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## Main Question or Discussion Point

Is a phenomenon which is periodic in a frame A of reference also periodic in another frame B moving at a constant speed v with respect to A ?

I think general relativity will answer this in the negative. How about special relativity?

Consider a world line in A with the equation x=f(t) ; with f(t)= f(t+T) , T being the period. This won't transforms into x' = g(t') with a periodic g() as x,t depend on

(For instance f(t) =ct transforms well , but f(t) = sin wt doesn't.)

Since we determine time by periodic phenomena, I'd also like to ask how the arguments involving 'clock synchronization' in special relativity are to hold valid.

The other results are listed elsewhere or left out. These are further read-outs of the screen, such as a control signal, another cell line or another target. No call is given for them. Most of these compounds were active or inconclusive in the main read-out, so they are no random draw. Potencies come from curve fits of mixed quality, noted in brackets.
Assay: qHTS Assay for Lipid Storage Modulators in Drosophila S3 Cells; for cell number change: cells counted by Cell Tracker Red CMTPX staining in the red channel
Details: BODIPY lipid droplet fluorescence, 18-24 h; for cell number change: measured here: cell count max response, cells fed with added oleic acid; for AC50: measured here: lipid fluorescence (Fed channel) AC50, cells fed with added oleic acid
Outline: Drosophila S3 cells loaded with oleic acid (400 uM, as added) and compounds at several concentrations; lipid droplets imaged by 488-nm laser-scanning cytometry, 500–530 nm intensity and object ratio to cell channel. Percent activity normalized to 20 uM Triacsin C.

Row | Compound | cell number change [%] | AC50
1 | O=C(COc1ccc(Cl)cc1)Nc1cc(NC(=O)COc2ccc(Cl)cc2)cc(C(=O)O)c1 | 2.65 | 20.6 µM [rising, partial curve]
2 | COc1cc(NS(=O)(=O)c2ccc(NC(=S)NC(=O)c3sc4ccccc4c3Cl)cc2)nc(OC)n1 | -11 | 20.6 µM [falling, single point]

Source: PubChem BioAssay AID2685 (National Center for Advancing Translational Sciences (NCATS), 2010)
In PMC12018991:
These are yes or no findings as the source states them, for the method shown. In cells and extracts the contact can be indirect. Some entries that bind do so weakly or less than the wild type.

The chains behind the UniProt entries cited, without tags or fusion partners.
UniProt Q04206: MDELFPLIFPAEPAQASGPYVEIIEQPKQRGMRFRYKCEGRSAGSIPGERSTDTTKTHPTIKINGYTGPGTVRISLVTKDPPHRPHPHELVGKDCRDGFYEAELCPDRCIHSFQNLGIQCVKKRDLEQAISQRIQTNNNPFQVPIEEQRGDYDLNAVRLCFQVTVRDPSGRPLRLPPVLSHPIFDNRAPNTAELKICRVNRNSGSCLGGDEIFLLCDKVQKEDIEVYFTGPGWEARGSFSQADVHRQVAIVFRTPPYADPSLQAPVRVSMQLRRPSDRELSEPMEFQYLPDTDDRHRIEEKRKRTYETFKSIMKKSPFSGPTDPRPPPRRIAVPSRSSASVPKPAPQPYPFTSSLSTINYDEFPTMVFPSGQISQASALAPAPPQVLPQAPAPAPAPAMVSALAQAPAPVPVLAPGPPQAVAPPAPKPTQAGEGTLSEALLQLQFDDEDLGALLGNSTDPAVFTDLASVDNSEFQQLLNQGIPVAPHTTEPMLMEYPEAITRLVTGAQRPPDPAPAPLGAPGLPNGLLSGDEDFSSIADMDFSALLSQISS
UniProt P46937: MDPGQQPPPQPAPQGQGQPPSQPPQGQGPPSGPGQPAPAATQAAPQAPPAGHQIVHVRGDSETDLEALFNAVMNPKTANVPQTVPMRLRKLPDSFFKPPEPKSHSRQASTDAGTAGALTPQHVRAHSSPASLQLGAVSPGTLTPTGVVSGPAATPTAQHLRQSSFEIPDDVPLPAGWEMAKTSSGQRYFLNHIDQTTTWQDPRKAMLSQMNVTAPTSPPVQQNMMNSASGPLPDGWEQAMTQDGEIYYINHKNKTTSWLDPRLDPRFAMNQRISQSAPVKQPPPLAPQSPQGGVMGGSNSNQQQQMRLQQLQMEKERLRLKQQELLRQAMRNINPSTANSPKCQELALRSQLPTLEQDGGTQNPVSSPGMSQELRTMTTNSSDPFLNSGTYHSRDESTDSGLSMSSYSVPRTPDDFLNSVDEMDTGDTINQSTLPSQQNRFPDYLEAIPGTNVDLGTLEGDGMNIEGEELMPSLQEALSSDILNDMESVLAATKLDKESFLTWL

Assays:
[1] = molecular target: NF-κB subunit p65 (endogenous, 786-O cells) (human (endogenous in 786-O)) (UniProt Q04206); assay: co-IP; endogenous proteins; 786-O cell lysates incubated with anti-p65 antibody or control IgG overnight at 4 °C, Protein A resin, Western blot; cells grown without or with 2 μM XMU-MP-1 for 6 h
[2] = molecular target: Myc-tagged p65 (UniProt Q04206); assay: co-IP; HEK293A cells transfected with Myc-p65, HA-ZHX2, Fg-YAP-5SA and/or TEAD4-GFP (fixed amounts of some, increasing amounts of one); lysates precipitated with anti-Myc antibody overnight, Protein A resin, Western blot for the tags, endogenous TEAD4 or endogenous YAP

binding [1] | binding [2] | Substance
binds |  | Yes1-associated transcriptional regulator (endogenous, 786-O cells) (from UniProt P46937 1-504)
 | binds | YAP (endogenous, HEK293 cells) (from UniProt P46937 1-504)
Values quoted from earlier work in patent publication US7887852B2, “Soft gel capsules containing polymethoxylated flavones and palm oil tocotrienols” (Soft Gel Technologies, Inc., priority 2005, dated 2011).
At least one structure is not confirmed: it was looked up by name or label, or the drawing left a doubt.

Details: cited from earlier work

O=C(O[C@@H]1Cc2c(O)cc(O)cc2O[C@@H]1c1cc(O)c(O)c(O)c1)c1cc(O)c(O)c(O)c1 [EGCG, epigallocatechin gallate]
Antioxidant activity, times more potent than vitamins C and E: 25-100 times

I think general relativity will answer this in the negative. How about special relativity?

Consider a world line in A with the equation x=f(t) ; with f(t)= f(t+T) , T being the period. This won't transforms into x' = g(t') with a periodic g() as x,t depend on

*both*x',t' . What form must f have in order to preserve periodicity?(For instance f(t) =ct transforms well , but f(t) = sin wt doesn't.)

Since we determine time by periodic phenomena, I'd also like to ask how the arguments involving 'clock synchronization' in special relativity are to hold valid.